EU, China resolve solar dispute - their biggest trade row by far
By Robin Emmott and Ben Blanchard
BRUSSELS/BEIJING (Reuters) - China and the European Union defused their biggest trade dispute by far on Saturday with a deal to regulate Chinese solar panel imports and avoid a wider war in goods from wine to steel.
After six weeks of talks, the EU's trade chief and his Chinese counterpart sealed the deal over the telephone, setting a minimum price for panels from China near spot market prices.
European solar panel makers accuse China of benefitting from huge state subsidies, allowing them to dump about 21 billion euros ($28 billion) worth of below-cost solar panels in Europe last year, putting European firms out of business.
Other European industries that have accused China of dumping have faced imports of about 1 billion euros a year.
Europe planned to impose hefty tariffs from August 6 but, wary of offending China's leaders and losing business in the world's No. 2 economy, a majority of EU governments - led by Germany - opposed the plan, which led to the compromise deal.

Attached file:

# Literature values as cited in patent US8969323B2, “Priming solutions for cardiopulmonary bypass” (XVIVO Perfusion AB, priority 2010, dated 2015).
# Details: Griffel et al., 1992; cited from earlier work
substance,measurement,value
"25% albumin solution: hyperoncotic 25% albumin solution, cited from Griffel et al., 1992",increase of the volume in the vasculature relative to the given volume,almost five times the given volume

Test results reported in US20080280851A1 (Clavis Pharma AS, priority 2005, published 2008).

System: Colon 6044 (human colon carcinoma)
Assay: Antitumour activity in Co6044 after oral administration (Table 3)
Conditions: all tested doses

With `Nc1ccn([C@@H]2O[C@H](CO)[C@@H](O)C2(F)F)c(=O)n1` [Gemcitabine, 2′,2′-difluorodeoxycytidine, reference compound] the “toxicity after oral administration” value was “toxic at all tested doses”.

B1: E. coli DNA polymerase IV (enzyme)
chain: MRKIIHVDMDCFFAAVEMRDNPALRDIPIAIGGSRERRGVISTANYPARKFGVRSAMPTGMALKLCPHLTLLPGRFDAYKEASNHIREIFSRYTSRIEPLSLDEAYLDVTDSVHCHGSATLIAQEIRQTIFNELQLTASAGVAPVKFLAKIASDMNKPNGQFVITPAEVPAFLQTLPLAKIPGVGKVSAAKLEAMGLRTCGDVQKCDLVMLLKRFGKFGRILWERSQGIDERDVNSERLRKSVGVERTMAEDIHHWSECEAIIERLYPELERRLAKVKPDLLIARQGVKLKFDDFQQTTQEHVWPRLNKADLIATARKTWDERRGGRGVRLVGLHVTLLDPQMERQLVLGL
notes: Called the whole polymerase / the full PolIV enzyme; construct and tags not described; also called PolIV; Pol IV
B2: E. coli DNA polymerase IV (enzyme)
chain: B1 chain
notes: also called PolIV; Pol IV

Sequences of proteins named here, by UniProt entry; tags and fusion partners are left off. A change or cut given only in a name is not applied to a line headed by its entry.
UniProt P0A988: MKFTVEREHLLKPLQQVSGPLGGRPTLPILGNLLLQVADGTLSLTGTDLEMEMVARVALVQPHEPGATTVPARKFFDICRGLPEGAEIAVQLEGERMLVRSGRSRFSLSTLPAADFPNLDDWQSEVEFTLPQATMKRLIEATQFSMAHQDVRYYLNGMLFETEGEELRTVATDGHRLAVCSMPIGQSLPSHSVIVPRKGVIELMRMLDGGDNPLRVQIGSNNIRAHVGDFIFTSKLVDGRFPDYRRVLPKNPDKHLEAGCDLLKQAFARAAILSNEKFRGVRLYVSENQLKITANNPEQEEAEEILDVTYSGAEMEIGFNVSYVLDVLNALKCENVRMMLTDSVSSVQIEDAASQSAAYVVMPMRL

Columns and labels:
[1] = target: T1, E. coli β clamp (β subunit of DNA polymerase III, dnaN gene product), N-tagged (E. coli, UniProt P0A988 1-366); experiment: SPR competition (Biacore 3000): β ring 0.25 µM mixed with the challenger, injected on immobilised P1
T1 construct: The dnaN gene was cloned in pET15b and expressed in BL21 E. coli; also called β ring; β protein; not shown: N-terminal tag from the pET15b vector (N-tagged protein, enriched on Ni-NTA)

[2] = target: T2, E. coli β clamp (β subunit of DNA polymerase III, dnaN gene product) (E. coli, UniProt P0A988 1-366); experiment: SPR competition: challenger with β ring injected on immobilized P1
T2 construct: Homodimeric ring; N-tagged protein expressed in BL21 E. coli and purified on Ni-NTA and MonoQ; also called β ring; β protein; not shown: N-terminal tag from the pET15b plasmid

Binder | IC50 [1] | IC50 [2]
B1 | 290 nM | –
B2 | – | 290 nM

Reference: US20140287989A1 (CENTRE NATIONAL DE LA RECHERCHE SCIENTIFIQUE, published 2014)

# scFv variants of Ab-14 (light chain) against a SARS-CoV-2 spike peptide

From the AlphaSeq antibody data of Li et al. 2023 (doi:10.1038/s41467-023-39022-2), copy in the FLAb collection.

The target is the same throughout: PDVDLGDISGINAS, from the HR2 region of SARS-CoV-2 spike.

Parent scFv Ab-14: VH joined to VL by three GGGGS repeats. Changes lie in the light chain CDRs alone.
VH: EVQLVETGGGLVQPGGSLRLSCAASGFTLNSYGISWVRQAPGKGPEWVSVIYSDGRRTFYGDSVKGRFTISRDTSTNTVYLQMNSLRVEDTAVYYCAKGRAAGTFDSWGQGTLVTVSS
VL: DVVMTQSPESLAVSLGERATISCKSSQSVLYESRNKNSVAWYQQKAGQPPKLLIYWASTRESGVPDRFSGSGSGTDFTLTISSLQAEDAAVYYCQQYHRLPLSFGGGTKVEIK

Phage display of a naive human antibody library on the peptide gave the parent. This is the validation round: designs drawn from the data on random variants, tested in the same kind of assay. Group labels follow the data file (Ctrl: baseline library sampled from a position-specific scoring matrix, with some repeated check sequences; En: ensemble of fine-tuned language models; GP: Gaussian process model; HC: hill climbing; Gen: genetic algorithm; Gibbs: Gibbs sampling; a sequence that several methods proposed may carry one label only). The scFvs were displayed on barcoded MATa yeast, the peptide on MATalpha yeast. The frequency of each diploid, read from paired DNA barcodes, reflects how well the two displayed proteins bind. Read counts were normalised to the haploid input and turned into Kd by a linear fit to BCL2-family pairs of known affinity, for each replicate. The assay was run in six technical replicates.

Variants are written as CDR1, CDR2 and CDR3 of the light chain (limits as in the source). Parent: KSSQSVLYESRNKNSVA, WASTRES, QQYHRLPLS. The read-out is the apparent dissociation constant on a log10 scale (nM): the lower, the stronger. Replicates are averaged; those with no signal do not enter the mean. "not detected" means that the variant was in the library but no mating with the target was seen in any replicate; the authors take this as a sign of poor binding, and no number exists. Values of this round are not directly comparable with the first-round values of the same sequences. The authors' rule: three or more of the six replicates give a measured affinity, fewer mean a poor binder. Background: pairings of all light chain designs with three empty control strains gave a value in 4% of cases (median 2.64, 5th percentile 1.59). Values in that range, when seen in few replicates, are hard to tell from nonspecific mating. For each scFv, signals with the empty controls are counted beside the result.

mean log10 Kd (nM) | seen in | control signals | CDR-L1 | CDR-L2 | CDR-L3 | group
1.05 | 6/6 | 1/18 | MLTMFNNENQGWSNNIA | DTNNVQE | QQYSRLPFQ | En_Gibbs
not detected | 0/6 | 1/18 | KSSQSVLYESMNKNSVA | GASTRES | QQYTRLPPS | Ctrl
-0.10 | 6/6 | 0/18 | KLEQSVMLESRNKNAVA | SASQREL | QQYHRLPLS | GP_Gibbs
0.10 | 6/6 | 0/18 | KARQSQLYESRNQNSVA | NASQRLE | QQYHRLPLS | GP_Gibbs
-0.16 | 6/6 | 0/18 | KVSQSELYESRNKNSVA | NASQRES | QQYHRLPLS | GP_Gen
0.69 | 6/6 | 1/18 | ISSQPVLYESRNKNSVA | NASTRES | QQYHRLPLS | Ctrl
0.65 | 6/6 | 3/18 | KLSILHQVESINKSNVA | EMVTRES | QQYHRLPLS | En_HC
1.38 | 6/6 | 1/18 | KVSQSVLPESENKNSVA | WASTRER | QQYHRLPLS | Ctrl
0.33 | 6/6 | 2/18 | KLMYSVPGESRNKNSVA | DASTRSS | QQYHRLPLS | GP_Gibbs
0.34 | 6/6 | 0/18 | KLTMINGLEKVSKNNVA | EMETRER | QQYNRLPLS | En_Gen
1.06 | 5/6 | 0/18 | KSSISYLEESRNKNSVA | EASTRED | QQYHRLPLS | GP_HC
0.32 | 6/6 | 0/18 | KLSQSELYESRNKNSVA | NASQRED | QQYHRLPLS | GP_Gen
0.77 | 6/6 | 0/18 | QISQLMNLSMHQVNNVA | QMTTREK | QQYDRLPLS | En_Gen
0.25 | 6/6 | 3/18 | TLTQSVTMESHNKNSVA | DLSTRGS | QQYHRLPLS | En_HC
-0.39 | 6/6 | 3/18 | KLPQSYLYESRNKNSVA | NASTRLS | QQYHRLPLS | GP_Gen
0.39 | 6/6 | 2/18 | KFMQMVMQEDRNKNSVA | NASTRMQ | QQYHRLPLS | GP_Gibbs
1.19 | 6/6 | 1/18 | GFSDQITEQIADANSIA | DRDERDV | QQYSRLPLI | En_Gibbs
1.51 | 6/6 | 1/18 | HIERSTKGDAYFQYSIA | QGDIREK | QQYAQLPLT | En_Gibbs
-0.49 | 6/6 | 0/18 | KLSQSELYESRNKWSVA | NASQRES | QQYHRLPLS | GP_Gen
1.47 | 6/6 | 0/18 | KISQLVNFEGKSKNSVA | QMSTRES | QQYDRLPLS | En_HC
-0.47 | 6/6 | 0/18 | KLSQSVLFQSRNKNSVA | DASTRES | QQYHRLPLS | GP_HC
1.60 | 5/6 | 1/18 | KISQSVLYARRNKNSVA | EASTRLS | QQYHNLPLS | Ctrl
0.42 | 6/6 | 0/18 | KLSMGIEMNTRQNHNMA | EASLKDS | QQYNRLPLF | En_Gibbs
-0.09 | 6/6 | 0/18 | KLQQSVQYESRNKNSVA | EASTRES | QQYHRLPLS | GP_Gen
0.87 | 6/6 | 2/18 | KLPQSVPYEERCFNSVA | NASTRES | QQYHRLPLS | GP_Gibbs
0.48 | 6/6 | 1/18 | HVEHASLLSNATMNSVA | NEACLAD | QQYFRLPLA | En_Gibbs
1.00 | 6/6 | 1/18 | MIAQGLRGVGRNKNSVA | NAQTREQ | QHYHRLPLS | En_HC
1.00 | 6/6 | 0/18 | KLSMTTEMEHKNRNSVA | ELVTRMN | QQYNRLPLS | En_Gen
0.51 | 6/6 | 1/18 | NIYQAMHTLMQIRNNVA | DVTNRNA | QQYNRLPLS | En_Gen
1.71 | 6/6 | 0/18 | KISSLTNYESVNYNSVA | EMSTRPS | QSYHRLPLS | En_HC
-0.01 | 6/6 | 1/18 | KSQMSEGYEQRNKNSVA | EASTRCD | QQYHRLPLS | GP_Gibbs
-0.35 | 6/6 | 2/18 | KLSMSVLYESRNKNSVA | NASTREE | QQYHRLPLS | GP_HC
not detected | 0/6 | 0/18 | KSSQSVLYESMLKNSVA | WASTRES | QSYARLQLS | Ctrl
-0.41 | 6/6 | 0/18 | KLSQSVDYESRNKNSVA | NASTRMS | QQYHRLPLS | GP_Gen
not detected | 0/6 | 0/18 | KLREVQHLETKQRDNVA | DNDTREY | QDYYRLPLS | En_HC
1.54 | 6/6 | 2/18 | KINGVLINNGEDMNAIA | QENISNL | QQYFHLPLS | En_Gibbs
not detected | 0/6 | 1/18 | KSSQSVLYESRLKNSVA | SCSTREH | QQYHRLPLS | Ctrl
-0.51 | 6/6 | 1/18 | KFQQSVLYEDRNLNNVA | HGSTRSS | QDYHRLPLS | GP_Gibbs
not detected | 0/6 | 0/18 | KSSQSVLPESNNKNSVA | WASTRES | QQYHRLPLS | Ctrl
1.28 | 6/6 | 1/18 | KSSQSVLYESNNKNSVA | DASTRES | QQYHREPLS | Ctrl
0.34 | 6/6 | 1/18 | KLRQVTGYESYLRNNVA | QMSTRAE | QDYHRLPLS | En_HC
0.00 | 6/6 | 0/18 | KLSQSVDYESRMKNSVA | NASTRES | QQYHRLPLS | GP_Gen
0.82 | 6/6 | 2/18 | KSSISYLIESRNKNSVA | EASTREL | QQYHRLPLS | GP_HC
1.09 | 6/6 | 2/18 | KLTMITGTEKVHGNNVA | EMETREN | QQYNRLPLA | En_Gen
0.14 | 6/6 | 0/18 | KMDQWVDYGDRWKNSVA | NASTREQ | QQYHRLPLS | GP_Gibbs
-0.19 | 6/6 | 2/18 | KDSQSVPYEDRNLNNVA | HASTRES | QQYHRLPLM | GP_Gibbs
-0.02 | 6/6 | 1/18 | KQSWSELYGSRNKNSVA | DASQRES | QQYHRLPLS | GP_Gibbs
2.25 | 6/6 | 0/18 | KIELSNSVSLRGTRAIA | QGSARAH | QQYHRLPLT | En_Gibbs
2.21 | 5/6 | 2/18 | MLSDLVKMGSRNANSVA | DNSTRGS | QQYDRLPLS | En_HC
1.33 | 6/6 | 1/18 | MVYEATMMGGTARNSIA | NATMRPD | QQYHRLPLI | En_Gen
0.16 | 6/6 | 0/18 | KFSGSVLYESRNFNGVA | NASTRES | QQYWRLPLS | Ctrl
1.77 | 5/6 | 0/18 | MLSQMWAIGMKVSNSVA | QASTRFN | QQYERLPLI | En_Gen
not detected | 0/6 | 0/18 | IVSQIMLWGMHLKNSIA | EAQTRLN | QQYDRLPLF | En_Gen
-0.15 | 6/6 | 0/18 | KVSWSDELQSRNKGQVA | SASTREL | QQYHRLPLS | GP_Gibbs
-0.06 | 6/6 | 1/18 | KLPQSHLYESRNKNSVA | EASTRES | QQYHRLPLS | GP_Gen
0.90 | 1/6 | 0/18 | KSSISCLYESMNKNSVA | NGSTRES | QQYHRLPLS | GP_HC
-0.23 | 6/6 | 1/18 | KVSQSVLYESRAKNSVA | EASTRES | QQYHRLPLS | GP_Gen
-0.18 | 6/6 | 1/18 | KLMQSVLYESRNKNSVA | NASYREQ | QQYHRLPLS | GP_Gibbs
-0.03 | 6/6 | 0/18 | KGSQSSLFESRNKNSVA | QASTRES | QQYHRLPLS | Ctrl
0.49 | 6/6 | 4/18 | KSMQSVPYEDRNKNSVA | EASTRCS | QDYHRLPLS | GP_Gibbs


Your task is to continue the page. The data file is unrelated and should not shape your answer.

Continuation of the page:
"We found an amicable solution," EU Trade Commissioner Karel De Gucht said. "I am satisfied with the offer of a price undertaking submitted by China's solar panel exporters," he said, referring to the minimum price for China's imports.
Chinese Commerce Ministry Spokesman Shen Danyang welcomed the deal, hailing a "positive and highly constructive outcome".
An EU diplomatic source said that in the solar agreement, the agreed price was 0.56 euro cents per watt, near the spot price for Chinese solar panels in July in Europe, according to solar exchange pvXchange. Continued...